MIT Professor Ronald Ballinger was part of an independent panel of experts convened to investigate a water-pipe failure that occurred in May 2010, cutting off clean drinking water to nearly 2 million residents of the Boston area for more than two days and resulting in a boil-water order for 30 eastern Massachusetts communities.
The panel determined that the failure, which occurred along a section of the MetroWest Water Supply Tunnel, was due to wrong-sized studs used in a clamp joining two giant water pipes.
Ballinger, a professor of nuclear and materials science and engineering and director of the H. H. Uhlig Corrosion Laboratory, served on the panel that was chaired by Zorica Pantic, president of the Wentworth Institute of Technology, and also included John H. Bambei Jr., chief of engineering for Denver Water and chair of the American Waterworks Associations' Committee on Steel Pipe.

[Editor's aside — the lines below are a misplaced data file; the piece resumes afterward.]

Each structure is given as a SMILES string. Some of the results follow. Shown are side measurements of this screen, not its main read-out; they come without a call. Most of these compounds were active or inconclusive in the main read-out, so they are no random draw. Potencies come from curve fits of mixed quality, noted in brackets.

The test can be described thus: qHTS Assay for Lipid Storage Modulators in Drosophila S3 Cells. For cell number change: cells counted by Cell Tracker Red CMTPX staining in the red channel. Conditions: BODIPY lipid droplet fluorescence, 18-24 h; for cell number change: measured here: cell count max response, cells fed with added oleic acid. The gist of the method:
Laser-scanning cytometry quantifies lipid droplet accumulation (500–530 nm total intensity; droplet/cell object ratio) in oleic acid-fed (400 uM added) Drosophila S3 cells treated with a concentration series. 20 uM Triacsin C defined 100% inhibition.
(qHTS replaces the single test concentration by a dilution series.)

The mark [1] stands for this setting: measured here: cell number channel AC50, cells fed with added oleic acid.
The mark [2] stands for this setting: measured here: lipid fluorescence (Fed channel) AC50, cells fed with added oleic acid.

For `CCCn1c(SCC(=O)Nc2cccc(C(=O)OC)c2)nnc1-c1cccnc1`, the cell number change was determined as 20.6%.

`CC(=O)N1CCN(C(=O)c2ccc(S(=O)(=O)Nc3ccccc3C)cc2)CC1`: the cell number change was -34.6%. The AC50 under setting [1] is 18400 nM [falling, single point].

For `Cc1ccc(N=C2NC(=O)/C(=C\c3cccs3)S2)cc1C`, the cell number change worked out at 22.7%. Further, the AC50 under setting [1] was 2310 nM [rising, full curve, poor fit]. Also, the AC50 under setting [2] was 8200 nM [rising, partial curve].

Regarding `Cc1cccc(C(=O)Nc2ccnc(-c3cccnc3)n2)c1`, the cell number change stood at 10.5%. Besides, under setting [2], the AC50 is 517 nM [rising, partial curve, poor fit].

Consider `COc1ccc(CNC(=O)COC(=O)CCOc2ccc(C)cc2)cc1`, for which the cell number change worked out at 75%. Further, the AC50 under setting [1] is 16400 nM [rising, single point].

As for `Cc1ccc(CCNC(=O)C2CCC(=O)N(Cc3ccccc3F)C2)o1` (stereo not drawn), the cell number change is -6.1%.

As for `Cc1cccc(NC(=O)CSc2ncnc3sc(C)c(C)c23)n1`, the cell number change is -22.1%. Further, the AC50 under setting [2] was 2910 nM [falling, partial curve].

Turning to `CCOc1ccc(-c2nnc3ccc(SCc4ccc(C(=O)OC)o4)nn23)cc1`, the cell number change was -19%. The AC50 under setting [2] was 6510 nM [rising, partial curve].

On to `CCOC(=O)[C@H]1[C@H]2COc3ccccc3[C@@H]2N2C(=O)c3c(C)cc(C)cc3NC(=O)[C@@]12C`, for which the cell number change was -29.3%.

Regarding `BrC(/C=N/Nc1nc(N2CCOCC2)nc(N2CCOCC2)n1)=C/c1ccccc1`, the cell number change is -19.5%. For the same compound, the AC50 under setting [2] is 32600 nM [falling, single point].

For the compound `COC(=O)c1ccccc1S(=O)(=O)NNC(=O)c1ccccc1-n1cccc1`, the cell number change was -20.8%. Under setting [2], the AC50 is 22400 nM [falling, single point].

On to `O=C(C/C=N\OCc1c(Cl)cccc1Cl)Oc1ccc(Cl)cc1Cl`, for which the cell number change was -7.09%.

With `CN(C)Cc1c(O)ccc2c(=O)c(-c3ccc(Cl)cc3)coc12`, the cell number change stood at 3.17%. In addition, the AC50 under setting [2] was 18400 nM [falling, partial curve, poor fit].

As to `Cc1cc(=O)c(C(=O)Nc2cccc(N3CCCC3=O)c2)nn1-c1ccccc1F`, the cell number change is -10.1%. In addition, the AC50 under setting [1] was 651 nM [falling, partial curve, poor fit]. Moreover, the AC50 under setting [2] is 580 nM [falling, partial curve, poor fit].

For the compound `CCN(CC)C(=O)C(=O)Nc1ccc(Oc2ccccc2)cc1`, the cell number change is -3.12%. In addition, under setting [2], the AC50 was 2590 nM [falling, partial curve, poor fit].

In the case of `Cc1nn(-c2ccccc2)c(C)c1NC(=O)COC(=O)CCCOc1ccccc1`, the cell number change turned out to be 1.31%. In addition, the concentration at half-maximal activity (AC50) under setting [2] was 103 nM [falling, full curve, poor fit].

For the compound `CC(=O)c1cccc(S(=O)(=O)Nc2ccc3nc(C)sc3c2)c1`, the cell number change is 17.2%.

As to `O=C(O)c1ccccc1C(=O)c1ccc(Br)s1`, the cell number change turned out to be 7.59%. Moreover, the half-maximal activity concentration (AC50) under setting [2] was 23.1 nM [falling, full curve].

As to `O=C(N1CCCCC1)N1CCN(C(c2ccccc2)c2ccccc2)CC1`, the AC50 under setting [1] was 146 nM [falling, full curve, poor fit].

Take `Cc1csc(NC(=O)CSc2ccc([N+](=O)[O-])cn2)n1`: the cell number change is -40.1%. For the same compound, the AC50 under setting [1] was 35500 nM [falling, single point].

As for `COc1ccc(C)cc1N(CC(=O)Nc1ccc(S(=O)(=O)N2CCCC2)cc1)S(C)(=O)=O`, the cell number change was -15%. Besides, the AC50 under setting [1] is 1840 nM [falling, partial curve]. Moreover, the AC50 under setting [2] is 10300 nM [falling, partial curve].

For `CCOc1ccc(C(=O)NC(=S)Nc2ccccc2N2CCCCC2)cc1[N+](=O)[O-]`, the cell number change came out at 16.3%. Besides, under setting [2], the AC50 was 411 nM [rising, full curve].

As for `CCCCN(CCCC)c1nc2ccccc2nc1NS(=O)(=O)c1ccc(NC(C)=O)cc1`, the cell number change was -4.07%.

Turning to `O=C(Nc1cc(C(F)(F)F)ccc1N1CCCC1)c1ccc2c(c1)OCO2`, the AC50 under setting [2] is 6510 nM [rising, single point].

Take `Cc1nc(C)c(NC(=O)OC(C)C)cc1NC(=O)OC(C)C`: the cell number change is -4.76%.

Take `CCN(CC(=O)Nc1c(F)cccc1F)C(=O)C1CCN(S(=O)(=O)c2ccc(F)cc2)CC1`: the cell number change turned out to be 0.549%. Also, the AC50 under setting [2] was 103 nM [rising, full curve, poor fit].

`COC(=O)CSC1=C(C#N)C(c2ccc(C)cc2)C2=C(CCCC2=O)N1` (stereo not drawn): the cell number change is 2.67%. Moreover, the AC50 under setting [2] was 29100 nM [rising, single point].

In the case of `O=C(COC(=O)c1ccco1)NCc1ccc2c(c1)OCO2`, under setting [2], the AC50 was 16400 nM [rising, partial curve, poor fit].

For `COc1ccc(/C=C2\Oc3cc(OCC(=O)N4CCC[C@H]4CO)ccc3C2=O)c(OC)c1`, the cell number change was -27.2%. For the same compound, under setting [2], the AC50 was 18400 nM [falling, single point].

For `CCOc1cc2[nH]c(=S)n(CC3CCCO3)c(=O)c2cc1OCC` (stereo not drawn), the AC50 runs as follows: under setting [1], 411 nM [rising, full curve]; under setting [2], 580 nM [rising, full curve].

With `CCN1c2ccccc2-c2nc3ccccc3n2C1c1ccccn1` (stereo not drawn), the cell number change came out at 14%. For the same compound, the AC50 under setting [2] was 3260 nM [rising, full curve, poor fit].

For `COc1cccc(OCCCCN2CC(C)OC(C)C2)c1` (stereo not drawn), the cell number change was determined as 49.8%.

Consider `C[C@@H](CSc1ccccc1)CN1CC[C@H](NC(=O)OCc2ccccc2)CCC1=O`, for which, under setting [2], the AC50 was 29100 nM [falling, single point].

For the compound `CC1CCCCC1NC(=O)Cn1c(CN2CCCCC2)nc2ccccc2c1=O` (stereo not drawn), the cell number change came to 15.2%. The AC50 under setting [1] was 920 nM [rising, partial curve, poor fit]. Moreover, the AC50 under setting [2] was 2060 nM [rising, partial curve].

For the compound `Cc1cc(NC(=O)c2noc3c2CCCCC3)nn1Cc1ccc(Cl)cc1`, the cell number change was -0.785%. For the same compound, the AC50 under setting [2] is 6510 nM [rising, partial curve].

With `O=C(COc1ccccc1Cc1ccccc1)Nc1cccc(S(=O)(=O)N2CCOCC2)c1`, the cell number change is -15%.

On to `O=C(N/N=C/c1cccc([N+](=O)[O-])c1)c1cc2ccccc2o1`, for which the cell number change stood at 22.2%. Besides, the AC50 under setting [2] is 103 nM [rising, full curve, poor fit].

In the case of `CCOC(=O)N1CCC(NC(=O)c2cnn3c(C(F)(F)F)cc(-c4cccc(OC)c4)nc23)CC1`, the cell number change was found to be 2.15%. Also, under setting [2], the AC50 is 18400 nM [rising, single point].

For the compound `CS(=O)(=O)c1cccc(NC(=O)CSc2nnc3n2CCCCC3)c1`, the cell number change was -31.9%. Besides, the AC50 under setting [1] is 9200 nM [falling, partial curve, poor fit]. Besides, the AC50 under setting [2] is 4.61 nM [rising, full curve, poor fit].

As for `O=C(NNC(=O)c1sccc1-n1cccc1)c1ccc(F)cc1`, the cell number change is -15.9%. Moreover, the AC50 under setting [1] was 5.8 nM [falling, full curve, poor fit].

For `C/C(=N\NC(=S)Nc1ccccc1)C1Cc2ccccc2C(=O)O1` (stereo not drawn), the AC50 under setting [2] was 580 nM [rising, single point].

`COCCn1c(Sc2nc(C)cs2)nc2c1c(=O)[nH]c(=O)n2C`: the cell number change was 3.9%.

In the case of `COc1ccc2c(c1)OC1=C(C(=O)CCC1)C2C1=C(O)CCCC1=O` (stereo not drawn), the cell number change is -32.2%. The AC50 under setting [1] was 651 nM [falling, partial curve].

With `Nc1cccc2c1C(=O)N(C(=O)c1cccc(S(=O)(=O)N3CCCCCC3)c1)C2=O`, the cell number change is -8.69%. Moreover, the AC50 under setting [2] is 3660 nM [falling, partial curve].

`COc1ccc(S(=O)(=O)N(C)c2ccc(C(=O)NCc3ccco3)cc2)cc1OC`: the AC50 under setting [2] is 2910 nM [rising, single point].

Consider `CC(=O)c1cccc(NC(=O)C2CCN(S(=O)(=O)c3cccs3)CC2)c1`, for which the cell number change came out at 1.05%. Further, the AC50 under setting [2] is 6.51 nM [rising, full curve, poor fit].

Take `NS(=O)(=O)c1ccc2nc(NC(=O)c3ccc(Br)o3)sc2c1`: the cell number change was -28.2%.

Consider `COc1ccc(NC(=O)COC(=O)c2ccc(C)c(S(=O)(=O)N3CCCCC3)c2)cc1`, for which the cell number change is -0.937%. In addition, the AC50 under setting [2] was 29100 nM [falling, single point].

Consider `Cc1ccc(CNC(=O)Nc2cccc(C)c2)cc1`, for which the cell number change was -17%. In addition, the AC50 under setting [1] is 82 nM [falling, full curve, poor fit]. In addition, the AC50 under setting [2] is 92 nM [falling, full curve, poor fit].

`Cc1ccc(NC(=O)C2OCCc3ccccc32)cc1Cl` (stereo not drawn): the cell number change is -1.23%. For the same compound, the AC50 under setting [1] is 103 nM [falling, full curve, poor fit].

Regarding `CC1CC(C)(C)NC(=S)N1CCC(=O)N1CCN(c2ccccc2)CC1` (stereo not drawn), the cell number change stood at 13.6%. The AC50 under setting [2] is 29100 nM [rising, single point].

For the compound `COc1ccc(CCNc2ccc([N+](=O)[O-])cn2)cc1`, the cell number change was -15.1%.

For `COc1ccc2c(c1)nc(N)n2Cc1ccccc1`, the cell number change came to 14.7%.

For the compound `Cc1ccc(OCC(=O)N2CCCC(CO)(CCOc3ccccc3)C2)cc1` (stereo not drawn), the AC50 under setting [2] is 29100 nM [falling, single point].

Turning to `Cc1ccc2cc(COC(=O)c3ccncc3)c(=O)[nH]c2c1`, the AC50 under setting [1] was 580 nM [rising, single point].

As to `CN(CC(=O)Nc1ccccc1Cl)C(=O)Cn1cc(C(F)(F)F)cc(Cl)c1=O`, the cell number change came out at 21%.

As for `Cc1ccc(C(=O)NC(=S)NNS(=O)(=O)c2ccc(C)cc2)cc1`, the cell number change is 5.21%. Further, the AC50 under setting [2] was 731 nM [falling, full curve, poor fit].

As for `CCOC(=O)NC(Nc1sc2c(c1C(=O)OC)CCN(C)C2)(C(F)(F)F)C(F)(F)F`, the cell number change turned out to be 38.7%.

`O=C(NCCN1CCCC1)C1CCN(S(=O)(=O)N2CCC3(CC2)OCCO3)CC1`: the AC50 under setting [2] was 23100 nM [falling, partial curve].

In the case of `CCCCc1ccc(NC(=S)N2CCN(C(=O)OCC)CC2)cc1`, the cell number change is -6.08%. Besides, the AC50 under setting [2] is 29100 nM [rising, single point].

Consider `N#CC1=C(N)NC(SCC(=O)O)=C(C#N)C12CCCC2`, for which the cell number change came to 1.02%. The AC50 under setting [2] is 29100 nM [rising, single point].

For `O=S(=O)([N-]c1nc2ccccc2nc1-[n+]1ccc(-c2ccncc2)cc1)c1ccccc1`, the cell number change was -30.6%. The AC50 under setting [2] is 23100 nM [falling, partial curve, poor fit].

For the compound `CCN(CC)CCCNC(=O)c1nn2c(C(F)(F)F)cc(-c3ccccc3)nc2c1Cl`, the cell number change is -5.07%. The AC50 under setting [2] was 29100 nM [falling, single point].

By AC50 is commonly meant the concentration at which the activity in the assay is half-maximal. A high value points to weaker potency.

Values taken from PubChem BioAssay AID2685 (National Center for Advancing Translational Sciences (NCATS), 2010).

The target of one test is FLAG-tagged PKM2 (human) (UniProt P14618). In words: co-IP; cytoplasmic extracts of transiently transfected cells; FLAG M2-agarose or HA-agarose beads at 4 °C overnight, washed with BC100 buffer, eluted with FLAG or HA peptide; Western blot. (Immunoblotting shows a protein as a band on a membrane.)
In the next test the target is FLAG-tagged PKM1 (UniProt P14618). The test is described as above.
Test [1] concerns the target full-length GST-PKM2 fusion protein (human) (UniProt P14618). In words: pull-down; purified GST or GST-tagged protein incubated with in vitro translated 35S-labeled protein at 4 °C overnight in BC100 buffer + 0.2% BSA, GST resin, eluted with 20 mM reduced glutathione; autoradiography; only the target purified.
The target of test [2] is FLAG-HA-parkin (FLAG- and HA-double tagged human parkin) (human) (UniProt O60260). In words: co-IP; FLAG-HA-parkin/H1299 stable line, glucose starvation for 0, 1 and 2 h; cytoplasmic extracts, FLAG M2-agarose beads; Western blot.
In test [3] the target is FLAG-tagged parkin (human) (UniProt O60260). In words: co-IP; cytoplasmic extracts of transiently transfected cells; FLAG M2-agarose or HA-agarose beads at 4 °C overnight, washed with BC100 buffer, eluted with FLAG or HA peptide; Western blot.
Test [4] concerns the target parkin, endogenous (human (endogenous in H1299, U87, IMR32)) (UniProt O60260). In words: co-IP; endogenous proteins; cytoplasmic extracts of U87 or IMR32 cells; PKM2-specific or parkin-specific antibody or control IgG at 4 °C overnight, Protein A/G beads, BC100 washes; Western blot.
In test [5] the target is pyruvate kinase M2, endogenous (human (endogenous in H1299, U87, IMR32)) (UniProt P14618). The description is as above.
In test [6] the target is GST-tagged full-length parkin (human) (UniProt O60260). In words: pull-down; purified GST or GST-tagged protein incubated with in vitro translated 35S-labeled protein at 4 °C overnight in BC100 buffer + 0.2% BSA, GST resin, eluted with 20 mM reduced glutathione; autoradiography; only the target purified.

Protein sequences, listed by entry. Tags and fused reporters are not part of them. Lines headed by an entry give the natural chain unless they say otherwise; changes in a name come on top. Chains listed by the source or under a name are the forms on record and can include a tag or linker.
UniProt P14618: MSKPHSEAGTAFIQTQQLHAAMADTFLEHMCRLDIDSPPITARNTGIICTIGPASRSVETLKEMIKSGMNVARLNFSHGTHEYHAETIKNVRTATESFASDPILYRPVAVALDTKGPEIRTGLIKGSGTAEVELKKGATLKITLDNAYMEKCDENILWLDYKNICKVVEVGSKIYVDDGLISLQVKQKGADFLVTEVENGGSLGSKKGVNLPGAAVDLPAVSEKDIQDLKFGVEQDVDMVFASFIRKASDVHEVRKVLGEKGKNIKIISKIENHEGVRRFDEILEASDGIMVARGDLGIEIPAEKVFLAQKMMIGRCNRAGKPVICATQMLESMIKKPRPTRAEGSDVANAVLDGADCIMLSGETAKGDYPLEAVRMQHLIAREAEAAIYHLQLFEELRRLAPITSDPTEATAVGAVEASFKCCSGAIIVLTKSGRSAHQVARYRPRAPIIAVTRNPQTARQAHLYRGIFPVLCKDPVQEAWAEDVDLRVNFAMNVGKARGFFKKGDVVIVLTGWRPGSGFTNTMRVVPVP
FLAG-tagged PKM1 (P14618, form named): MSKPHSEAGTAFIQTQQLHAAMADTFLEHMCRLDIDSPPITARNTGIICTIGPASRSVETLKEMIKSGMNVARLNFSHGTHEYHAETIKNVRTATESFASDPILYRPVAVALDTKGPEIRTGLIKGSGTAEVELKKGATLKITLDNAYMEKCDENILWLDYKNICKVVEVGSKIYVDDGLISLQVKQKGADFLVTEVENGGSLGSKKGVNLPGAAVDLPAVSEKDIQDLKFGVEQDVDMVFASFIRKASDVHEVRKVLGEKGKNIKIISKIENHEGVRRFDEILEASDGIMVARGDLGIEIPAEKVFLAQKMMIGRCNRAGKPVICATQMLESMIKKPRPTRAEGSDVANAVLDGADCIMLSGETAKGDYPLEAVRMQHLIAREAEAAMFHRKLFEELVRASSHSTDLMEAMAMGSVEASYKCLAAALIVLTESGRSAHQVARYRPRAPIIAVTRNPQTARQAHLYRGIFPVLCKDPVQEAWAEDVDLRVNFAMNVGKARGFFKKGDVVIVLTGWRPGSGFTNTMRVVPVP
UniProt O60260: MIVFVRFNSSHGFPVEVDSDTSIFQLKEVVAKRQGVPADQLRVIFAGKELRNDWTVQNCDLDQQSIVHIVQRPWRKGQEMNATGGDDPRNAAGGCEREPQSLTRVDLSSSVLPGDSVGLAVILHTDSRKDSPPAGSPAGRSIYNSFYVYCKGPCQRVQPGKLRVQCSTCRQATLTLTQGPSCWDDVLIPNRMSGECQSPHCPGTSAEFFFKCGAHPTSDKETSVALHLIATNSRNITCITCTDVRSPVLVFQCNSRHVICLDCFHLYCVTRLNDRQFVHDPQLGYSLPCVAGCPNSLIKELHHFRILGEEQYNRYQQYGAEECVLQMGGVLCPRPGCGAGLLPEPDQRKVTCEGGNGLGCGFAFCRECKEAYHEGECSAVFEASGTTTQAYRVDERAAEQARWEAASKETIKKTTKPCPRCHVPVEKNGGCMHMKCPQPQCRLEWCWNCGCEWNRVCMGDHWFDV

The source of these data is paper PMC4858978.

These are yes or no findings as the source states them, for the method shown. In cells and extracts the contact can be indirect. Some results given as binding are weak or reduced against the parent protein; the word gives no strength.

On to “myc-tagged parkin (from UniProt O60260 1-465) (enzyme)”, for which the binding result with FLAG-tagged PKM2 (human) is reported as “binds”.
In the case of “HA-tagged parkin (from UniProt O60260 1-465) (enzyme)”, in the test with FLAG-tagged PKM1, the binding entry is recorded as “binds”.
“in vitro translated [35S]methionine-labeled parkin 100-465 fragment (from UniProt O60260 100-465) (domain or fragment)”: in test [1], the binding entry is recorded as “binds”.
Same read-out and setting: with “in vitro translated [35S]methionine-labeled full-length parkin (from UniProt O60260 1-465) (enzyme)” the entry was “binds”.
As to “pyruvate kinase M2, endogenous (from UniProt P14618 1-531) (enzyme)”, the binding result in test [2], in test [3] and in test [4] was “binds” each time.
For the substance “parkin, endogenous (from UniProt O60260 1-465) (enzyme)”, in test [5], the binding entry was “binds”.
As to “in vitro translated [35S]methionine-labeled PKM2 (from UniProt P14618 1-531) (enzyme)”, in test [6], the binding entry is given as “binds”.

In a report released Wednesday, May 25, the panel concluded that the failed clamp was held together by studs of the wrong size, which explains why the coupling broke apart just eight years after it was installed. The panel also found that some — if not most — of the studs securing the clamp probably cracked during the manufacturing process, weakening them. Ballinger said heftier studs, or more of them, should have been used to secure the clamp.
The investigation ruled out other theories for the break, such as an earthquake or other ground movement that could have displaced the two pipes enough for the coupling to fail, or a stray underground electrical current that could have weakened the clamp. "The panel concludes that progressive stud failure is consistent with the evidence," the report says. "No other scenario better fits the observations."
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